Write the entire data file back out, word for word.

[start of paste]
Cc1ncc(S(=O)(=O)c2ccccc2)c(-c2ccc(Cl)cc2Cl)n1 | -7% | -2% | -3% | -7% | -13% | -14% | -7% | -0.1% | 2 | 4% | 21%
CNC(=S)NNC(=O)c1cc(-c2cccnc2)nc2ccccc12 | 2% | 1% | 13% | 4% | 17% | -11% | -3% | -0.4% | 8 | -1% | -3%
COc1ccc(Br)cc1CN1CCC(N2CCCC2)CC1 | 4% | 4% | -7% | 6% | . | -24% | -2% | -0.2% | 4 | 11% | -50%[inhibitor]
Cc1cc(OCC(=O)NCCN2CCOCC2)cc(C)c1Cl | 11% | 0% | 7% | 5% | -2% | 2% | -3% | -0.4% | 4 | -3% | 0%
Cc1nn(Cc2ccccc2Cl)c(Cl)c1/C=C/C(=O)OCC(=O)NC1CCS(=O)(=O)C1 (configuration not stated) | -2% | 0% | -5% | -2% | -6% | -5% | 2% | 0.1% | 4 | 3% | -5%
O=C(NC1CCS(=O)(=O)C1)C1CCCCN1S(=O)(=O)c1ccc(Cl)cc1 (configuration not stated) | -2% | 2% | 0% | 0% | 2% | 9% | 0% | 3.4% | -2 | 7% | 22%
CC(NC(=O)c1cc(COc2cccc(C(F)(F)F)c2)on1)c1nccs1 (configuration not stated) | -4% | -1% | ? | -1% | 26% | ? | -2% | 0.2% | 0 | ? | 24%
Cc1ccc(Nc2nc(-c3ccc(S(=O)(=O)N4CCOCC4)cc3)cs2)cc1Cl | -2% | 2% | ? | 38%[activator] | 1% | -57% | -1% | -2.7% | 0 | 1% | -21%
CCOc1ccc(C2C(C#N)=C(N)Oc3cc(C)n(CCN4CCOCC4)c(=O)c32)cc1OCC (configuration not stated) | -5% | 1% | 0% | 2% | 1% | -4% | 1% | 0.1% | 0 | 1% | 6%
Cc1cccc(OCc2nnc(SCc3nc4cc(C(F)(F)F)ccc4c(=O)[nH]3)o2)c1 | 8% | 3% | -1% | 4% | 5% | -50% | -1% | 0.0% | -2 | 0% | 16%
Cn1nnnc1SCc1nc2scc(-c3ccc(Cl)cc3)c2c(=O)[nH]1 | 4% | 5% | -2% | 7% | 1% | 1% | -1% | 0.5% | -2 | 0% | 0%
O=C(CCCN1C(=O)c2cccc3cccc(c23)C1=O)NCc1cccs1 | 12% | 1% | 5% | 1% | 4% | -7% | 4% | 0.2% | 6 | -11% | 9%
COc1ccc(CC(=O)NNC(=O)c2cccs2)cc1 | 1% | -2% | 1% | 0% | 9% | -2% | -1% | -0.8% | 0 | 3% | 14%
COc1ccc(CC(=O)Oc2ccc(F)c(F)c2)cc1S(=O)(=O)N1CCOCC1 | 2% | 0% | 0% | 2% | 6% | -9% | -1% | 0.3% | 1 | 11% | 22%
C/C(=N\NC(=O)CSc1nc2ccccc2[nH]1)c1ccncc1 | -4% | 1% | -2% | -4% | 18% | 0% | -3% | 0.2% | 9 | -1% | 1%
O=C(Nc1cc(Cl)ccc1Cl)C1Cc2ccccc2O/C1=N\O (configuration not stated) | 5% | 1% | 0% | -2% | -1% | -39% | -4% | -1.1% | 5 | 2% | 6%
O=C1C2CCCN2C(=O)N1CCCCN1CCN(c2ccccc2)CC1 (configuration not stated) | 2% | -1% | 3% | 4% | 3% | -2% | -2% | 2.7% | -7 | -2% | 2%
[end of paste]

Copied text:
Cc1ncc(S(=O)(=O)c2ccccc2)c(-c2ccc(Cl)cc2Cl)n1 | -7% | -2% | -3% | -7% | -13% | -14% | -7% | -0.1% | 2 | 4% | 21%
CNC(=S)NNC(=O)c1cc(-c2cccnc2)nc2ccccc12 | 2% | 1% | 13% | 4% | 17% | -11% | -3% | -0.4% | 8 | -1% | -3%
COc1ccc(Br)cc1CN1CCC(N2CCCC2)CC1 | 4% | 4% | -7% | 6% | . | -24% | -2% | -0.2% | 4 | 11% | -50%[inhibitor]
Cc1cc(OCC(=O)NCCN2CCOCC2)cc(C)c1Cl | 11% | 0% | 7% | 5% | -2% | 2% | -3% | -0.4% | 4 | -3% | 0%
Cc1nn(Cc2ccccc2Cl)c(Cl)c1/C=C/C(=O)OCC(=O)NC1CCS(=O)(=O)C1 (configuration not stated) | -2% | 0% | -5% | -2% | -6% | -5% | 2% | 0.1% | 4 | 3% | -5%
O=C(NC1CCS(=O)(=O)C1)C1CCCCN1S(=O)(=O)c1ccc(Cl)cc1 (configuration not stated) | -2% | 2% | 0% | 0% | 2% | 9% | 0% | 3.4% | -2 | 7% | 22%
CC(NC(=O)c1cc(COc2cccc(C(F)(F)F)c2)on1)c1nccs1 (configuration not stated) | -4% | -1% | ? | -1% | 26% | ? | -2% | 0.2% | 0 | ? | 24%
Cc1ccc(Nc2nc(-c3ccc(S(=O)(=O)N4CCOCC4)cc3)cs2)cc1Cl | -2% | 2% | ? | 38%[activator] | 1% | -57% | -1% | -2.7% | 0 | 1% | -21%
CCOc1ccc(C2C(C#N)=C(N)Oc3cc(C)n(CCN4CCOCC4)c(=O)c32)cc1OCC (configuration not stated) | -5% | 1% | 0% | 2% | 1% | -4% | 1% | 0.1% | 0 | 1% | 6%
Cc1cccc(OCc2nnc(SCc3nc4cc(C(F)(F)F)ccc4c(=O)[nH]3)o2)c1 | 8% | 3% | -1% | 4% | 5% | -50% | -1% | 0.0% | -2 | 0% | 16%
Cn1nnnc1SCc1nc2scc(-c3ccc(Cl)cc3)c2c(=O)[nH]1 | 4% | 5% | -2% | 7% | 1% | 1% | -1% | 0.5% | -2 | 0% | 0%
O=C(CCCN1C(=O)c2cccc3cccc(c23)C1=O)NCc1cccs1 | 12% | 1% | 5% | 1% | 4% | -7% | 4% | 0.2% | 6 | -11% | 9%
COc1ccc(CC(=O)NNC(=O)c2cccs2)cc1 | 1% | -2% | 1% | 0% | 9% | -2% | -1% | -0.8% | 0 | 3% | 14%
COc1ccc(CC(=O)Oc2ccc(F)c(F)c2)cc1S(=O)(=O)N1CCOCC1 | 2% | 0% | 0% | 2% | 6% | -9% | -1% | 0.3% | 1 | 11% | 22%
C/C(=N\NC(=O)CSc1nc2ccccc2[nH]1)c1ccncc1 | -4% | 1% | -2% | -4% | 18% | 0% | -3% | 0.2% | 9 | -1% | 1%
O=C(Nc1cc(Cl)ccc1Cl)C1Cc2ccccc2O/C1=N\O (configuration not stated) | 5% | 1% | 0% | -2% | -1% | -39% | -4% | -1.1% | 5 | 2% | 6%
O=C1C2CCCN2C(=O)N1CCCCN1CCN(c2ccccc2)CC1 (configuration not stated) | 2% | -1% | 3% | 4% | 3% | -2% | -2% | 2.7% | -7 | -2% | 2%